In our fourth episode, we get a little heavier and discuss the prospect of character death in RPGs.
Some games aren’t meant to be played as long-term campaigns. In these games, character creation is usually quick and dirty, sessions and the game mechanics strongly support a rapid means of removing characters from the game. Dread and Fiasco are examples of this, as are, to an extent, Microscope and Don’t Rest Your Head. With the expectation that the game will only last a session or so, losing your character, at worst, means sitting out the remainder of the night’s session. In more involved games, losing a character means losing a significant investment.
In crunchier, rules-heavy games, it may mean giving up on a specific character build you were working towards. In D20 games such as Pathfinder RPG and Dungeons and Dragons, the player may have put significant planning into a build that works from 1st to 20th level, planning out what feats to take, skills to level up and prestige classes to join. In GURPS, a great deal of math and work may have gone into making the character in the first place. In crunch-heavy games, losing a character means planning all over how to build the character.
In fluffier, plot-heavy games, there may be significant emotional and story investment in the character. World / Chronicles of Darkness characters often have significant histories, storylines, connections to NPCs and aspirations that maybe be lost or truncated if the character was removed from the game. In games like Song of Ice and Fire or FATE-based roleplaying games, losing your character (whether by death or some other factor) removes your tie to the other characters and setting.
Some groups use backup characters in games where death is more likely. This can be a satisfactory solution, and some game systems even support this directly. World / Chronicles of Darkness has suggested that a character’s Retainer or Mentor (be they mundane or supernatural) could provide a source for backup characters. The Leadership Feat in D&D provides a second character to the player, albeit one that is somewhat lower level than the original character, which could be used in a pinch. Other games may not have structured in-game rules for backup characters, but such characters could still be included as NPCs with as much or as little direct involvement on the game.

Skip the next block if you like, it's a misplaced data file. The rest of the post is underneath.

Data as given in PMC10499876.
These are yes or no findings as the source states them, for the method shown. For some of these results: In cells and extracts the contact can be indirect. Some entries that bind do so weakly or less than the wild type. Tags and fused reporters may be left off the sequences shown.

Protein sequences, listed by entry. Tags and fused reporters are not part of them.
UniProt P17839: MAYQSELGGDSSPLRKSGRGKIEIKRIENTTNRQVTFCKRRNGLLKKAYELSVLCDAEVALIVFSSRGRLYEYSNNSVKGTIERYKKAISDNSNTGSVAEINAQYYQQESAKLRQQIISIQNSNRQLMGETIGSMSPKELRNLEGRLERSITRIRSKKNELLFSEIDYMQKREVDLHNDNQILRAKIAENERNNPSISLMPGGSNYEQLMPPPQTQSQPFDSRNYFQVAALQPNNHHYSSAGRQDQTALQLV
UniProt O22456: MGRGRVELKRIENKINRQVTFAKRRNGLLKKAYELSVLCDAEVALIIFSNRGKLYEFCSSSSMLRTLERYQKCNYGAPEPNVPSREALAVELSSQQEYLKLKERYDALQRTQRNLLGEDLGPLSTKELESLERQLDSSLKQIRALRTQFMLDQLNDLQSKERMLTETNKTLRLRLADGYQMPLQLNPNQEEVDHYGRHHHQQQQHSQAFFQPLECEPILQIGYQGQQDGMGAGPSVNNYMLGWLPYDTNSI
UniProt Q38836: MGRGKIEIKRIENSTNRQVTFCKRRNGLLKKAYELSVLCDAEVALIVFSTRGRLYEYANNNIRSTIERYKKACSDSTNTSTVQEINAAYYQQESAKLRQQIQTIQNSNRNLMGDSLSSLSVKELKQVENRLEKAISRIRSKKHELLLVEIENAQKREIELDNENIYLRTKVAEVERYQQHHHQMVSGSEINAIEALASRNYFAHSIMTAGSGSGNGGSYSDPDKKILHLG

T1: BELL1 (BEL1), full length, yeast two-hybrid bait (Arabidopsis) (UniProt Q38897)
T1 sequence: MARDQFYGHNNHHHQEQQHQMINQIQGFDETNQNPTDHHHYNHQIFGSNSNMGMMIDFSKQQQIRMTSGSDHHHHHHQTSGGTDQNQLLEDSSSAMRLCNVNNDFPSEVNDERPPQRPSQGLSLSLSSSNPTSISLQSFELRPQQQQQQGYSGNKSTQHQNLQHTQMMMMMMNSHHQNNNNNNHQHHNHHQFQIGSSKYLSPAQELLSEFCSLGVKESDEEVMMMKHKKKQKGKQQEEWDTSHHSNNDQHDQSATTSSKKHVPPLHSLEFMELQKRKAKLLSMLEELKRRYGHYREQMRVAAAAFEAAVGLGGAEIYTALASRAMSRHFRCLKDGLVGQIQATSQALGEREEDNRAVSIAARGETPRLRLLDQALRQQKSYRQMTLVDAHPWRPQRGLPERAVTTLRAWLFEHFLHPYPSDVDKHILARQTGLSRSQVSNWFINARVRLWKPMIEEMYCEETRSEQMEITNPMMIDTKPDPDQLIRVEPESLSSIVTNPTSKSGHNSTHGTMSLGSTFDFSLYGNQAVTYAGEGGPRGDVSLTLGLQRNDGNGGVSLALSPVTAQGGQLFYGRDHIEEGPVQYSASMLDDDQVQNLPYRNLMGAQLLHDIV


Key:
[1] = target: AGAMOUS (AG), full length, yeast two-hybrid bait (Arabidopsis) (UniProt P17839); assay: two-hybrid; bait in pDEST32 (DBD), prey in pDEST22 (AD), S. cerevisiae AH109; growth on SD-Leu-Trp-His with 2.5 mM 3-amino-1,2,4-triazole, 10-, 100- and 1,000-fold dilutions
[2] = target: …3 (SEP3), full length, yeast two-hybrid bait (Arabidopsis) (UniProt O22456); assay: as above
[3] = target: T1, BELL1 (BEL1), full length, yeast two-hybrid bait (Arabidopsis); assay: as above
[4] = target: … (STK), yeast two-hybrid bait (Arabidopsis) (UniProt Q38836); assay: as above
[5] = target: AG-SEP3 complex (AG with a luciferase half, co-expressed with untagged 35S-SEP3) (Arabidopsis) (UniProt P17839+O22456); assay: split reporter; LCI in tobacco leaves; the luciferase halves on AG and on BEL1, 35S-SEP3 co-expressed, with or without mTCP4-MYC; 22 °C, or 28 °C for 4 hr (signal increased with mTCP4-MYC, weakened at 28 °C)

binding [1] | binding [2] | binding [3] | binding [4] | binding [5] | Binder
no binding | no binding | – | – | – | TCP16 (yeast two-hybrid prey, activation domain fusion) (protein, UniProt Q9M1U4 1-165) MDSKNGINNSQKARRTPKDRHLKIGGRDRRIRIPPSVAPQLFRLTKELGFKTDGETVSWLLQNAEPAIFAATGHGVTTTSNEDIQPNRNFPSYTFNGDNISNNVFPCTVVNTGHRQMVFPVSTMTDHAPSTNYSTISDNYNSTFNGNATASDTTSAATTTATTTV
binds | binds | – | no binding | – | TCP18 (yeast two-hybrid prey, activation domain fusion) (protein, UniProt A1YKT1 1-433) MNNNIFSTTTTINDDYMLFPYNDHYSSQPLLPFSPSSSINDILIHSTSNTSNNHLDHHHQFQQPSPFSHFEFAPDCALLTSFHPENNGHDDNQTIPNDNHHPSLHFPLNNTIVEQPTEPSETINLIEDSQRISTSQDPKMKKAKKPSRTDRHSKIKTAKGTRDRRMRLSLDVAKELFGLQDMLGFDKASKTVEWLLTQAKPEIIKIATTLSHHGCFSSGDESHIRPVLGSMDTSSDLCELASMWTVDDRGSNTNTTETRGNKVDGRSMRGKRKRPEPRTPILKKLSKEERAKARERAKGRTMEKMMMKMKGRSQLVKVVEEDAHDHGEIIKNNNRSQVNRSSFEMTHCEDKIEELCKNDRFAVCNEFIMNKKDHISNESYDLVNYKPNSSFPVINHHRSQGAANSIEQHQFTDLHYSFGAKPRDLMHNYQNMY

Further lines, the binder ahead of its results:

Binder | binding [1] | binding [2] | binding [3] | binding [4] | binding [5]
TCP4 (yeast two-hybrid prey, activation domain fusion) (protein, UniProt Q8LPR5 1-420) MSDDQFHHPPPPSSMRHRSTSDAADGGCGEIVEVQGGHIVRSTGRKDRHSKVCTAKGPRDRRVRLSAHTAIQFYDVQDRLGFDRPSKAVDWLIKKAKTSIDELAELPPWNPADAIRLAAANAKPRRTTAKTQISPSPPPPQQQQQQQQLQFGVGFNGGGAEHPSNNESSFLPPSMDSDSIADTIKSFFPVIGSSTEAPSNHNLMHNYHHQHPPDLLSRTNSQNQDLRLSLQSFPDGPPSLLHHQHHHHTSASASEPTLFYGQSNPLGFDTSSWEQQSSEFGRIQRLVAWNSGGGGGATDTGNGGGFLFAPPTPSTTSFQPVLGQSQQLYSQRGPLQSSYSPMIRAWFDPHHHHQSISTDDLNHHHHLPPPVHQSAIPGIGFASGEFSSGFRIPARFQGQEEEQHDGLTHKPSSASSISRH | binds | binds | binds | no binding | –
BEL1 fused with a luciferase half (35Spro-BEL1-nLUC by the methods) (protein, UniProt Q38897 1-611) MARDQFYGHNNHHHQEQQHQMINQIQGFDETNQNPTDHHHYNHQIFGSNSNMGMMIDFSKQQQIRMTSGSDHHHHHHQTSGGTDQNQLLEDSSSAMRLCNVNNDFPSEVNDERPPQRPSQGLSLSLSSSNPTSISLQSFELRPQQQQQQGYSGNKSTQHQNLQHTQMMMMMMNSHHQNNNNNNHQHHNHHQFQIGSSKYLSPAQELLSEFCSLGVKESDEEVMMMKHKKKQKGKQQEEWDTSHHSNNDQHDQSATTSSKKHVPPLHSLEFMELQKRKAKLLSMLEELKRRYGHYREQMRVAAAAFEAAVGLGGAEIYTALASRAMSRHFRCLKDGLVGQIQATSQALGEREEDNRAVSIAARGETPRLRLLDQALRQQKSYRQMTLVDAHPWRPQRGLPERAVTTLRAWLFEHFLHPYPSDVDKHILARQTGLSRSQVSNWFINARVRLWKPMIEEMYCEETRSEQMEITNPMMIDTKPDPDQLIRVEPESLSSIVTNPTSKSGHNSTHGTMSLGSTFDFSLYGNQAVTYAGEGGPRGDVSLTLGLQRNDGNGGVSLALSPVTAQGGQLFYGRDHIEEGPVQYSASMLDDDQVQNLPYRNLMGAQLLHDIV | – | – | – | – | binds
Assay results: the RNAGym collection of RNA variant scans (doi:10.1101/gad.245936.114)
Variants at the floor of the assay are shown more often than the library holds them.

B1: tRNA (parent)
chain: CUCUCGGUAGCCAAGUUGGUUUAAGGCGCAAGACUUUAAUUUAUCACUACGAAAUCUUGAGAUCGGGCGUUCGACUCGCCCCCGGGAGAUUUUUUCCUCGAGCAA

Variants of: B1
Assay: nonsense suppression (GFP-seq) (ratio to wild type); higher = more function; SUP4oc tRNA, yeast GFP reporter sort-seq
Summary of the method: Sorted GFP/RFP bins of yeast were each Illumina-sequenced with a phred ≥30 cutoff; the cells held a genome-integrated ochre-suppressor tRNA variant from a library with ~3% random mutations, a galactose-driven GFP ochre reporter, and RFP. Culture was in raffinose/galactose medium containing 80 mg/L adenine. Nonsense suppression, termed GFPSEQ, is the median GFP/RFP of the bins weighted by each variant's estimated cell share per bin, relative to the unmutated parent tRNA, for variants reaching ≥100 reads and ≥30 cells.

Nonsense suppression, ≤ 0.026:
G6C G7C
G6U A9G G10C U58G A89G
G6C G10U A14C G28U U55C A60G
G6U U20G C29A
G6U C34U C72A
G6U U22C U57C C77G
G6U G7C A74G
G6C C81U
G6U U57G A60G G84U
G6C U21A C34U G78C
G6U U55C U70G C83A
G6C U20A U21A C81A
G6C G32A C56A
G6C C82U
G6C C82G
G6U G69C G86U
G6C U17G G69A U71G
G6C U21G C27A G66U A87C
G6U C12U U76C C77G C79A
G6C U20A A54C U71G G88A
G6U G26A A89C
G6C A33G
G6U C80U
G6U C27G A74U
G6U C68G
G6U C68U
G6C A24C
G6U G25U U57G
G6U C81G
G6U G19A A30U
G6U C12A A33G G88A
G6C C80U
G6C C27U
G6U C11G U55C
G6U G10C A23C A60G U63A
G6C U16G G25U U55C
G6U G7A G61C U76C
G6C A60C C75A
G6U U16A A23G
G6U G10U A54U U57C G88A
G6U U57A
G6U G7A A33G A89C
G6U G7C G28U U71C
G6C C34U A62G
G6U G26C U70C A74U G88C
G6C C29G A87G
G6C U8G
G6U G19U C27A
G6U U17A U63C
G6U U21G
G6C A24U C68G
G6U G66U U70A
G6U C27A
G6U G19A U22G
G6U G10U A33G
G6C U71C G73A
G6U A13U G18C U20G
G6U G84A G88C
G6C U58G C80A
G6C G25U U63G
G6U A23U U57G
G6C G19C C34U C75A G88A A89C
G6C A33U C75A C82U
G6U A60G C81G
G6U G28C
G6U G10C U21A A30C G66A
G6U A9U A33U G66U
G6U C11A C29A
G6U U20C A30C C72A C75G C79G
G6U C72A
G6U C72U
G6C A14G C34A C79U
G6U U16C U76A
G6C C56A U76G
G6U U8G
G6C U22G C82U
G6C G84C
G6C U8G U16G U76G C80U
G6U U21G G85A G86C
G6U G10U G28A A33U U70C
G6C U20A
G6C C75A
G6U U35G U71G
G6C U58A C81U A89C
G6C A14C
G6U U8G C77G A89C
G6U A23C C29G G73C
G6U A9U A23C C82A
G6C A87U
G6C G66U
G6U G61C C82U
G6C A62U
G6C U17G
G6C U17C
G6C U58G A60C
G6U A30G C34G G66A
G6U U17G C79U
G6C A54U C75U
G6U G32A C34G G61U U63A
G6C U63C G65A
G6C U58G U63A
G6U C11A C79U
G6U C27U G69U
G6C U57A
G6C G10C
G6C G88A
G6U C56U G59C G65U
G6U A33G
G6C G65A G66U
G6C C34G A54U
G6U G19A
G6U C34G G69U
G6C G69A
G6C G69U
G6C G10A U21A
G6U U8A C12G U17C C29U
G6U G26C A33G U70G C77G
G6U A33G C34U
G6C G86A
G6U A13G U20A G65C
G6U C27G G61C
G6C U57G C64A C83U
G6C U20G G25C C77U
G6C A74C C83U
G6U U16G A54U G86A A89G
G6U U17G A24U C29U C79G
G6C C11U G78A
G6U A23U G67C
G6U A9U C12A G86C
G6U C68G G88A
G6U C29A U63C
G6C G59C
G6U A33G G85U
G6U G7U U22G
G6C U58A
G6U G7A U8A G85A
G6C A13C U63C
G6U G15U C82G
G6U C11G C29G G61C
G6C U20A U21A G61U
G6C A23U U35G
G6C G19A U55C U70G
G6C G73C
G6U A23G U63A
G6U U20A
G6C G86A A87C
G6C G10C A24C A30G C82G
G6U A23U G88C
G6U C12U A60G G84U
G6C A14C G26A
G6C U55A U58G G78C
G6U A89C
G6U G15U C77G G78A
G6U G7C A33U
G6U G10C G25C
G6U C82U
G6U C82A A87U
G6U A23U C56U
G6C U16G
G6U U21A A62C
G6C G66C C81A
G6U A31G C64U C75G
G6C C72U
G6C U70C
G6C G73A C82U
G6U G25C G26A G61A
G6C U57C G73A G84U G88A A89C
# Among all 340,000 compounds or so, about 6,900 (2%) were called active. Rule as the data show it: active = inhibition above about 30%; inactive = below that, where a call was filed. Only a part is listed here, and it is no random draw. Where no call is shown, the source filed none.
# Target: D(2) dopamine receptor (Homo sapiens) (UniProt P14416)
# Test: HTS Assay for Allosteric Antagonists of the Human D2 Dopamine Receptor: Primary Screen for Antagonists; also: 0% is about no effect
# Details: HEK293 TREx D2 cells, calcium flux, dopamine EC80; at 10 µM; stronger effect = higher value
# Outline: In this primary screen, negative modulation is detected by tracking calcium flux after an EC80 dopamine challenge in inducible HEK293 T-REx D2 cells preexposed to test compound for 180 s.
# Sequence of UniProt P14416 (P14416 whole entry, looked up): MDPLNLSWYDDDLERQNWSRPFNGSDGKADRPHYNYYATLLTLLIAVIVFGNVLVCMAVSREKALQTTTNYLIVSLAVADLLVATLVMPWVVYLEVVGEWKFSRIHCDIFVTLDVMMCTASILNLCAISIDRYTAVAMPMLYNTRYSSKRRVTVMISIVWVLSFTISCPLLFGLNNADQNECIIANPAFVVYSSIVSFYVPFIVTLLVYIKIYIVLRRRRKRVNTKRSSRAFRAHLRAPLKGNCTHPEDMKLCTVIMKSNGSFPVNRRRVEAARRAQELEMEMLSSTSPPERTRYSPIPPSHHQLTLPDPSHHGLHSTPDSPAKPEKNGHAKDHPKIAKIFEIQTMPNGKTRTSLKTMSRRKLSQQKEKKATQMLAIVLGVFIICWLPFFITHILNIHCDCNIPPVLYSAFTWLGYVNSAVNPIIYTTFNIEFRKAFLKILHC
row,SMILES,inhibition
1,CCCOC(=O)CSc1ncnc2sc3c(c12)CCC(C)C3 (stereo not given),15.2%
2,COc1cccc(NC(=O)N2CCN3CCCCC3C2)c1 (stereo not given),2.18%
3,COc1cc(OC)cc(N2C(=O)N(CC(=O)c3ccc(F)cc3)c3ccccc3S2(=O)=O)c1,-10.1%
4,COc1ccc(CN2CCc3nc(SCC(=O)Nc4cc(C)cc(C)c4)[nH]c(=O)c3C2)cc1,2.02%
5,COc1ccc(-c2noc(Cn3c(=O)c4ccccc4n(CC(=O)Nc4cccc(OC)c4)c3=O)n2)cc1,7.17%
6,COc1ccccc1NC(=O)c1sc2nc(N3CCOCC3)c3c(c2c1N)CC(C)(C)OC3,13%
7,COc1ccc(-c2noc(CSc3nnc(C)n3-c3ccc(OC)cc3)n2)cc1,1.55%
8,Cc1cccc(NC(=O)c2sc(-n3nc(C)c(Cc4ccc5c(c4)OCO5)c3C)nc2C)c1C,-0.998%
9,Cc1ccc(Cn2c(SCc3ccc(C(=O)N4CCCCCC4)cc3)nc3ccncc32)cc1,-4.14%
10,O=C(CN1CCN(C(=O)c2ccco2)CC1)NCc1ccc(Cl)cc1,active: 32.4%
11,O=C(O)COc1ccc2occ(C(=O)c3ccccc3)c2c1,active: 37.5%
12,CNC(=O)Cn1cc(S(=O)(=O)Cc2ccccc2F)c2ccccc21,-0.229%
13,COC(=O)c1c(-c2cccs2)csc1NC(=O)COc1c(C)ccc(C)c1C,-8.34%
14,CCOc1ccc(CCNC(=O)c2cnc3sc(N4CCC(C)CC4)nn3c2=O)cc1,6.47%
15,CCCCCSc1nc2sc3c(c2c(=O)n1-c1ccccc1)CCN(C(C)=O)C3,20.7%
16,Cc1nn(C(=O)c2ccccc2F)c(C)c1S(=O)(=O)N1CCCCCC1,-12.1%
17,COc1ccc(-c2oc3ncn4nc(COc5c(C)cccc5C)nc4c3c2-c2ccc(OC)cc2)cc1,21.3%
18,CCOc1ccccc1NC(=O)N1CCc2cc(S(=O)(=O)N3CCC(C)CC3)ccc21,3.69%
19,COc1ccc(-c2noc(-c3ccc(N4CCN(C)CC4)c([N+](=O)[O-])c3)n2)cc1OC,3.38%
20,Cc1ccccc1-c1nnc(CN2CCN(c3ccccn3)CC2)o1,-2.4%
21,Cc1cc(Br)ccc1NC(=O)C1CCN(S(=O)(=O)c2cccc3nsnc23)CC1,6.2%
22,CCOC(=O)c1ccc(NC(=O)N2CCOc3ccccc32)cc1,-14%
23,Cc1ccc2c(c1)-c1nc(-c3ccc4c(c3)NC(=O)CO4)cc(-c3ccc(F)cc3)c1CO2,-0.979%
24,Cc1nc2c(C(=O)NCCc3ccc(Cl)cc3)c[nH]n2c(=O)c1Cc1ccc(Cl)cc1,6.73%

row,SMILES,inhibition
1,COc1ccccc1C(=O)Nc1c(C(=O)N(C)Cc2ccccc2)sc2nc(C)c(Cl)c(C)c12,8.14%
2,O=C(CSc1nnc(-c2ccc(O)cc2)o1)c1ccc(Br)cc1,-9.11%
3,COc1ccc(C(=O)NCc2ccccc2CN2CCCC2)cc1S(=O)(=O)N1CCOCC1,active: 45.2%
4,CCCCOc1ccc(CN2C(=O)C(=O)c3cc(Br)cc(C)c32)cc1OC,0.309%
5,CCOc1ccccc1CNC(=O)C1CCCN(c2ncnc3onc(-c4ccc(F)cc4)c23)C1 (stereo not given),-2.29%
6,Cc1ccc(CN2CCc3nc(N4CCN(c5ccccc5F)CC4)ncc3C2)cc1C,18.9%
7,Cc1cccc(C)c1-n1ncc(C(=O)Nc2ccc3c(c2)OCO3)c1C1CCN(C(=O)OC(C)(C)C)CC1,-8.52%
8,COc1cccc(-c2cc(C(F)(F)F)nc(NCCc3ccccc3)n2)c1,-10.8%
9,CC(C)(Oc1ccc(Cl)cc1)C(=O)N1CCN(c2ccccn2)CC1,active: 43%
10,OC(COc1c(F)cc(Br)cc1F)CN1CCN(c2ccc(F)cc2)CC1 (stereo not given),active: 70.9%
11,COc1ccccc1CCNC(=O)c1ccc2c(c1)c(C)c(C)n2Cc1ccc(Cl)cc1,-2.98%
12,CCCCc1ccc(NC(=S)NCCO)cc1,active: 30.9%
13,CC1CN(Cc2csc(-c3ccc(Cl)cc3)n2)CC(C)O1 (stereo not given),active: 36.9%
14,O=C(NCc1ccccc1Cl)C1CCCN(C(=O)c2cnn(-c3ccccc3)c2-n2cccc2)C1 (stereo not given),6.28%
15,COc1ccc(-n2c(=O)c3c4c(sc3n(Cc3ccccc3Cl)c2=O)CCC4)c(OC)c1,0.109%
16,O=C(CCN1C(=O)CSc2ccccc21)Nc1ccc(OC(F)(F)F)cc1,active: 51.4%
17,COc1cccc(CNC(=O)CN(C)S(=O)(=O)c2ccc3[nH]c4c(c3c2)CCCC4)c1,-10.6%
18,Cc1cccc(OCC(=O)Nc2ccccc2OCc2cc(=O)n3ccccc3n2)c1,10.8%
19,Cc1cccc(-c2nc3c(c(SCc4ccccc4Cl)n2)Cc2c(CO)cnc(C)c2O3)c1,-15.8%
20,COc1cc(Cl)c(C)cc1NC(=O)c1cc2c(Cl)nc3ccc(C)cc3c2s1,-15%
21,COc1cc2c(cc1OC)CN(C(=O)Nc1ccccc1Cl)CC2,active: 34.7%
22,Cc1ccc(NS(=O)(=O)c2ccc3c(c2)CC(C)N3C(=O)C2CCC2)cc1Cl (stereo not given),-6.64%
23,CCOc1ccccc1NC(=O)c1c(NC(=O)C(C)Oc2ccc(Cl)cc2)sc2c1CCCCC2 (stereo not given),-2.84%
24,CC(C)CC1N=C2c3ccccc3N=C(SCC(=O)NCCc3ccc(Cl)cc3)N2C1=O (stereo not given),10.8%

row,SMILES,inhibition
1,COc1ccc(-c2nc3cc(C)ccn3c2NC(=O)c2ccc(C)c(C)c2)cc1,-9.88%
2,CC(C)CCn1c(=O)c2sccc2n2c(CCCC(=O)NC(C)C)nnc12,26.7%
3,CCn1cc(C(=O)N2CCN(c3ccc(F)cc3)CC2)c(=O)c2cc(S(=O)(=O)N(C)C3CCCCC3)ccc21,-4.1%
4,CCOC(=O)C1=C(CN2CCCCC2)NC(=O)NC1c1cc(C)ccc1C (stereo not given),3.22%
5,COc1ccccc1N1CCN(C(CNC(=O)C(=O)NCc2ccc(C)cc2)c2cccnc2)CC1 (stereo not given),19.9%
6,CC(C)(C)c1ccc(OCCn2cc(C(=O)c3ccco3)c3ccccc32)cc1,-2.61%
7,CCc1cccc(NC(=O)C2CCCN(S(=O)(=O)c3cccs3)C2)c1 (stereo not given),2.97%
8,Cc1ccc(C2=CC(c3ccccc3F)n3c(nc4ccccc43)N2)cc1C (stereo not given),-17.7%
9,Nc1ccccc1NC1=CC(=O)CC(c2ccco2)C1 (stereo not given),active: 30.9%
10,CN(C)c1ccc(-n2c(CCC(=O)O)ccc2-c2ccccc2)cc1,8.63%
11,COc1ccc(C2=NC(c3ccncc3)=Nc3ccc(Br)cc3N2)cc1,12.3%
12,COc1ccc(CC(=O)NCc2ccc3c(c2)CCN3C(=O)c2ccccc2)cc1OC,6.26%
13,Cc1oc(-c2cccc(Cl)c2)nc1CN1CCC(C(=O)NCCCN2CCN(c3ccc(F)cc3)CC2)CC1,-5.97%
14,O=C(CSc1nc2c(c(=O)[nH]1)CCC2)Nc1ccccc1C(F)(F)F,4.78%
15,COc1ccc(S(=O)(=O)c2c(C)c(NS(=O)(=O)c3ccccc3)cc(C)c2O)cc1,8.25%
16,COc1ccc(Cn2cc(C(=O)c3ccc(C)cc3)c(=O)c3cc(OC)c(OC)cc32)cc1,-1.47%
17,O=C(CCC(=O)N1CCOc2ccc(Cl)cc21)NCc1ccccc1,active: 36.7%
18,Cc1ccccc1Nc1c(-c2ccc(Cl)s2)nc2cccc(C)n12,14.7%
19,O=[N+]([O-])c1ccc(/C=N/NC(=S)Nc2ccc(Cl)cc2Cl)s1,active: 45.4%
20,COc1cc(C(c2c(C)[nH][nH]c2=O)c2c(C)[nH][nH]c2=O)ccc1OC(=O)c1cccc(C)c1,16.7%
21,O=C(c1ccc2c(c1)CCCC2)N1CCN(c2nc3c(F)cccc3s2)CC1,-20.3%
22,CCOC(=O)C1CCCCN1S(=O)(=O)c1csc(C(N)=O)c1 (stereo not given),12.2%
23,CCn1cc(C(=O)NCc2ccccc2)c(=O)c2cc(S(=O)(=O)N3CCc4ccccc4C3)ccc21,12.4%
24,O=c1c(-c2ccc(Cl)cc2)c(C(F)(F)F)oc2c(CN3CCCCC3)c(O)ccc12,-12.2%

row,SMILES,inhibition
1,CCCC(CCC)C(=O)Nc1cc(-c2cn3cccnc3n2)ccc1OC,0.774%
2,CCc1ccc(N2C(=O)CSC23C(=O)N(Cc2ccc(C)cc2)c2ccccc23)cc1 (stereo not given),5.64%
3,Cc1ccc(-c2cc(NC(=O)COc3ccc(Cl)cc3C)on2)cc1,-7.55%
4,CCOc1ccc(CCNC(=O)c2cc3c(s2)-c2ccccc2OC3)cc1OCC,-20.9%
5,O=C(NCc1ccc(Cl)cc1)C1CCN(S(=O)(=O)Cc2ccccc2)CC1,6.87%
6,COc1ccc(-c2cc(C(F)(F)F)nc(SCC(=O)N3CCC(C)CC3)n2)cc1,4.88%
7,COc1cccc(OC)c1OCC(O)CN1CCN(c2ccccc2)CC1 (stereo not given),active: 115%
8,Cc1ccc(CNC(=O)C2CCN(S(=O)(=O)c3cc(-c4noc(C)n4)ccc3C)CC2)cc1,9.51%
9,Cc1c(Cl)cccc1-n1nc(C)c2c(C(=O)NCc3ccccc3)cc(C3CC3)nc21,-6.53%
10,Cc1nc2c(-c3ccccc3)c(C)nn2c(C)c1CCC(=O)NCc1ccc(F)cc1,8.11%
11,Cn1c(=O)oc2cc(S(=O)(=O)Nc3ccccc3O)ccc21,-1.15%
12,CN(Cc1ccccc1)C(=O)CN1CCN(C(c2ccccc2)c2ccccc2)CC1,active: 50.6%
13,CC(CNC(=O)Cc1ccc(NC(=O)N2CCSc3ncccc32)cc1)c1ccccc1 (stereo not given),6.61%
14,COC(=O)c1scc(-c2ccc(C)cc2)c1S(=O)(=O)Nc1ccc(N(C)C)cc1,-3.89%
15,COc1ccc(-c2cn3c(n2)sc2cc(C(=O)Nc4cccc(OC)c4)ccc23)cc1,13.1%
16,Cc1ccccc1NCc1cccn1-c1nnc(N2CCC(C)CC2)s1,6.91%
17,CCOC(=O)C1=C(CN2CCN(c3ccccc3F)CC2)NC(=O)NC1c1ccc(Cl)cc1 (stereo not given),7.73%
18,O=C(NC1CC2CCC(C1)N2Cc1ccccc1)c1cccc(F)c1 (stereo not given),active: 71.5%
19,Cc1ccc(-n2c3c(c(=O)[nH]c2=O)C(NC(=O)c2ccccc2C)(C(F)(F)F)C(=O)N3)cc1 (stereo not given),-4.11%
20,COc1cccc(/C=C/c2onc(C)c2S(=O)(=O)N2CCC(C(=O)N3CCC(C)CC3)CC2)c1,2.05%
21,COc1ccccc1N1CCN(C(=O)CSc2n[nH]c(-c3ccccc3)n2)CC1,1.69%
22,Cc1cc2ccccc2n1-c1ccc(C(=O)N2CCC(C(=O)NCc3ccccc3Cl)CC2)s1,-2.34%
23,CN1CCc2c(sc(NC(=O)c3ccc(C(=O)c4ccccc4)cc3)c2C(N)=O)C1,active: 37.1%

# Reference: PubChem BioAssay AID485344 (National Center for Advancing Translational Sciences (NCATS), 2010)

In some games, it may be suitable to institute a rule whereby characters are not killed “for-real” unless dramatically appropriate. Characters might be incapacitated or defeated, and (if the setting permits it) may die with the guarantee that they will return to life, but do not die permanently. For many groups the loss of character death may result in reduced interest in the game – after all, character death is a powerful motivator! For some groups, however, it frees the players to engage in riskier and, potentially, more interesting gameplay. Knowing that a simple misstep or failure won’t result in the loss of their character can leave them feeling liberated and able to play richer stories secure in the knowledge that at the end of combat, their characters will continue to play. A compromise – where the group loses if every character is defeated – is possible, and can be the de facto play style in more gamist RPGs such as Dungeons and Dragons 4th Edition, where death is often little more than a minor setback.
Every game has default expectations for how deadly they will be. In games like Pathfinder RPG, a well-planned and cautious party can generally be expected to survive if their players are clever and competent, regardless of how strictly the rules are adhered to. In D&D 4th Edition, this is doubly true (although Fourthcore variants worked to counter that expectations). Vintage style RPGs tend to hearken back to the days when death in RPGs was arbitrary and sudden, while narrative RPGs are typically more survivable (though there are some notable deviations from this principle). Remember that unless you discuss the tone of your game with your players, they are going to come to the table with certain expectations for how “difficult” the game will be, survival-wise.
When running a game, it’s wise to set realistic expectations on how likely character death is. Talk to your players regarding whether they should avoid becoming attached to or working too hard on their characters. Let them know if you plan to run a game that is significantly more or less lethal than the game’s rulebook implies. Knowing what to expect from your game will, in nearly all cases, make the experience better for everyone involved.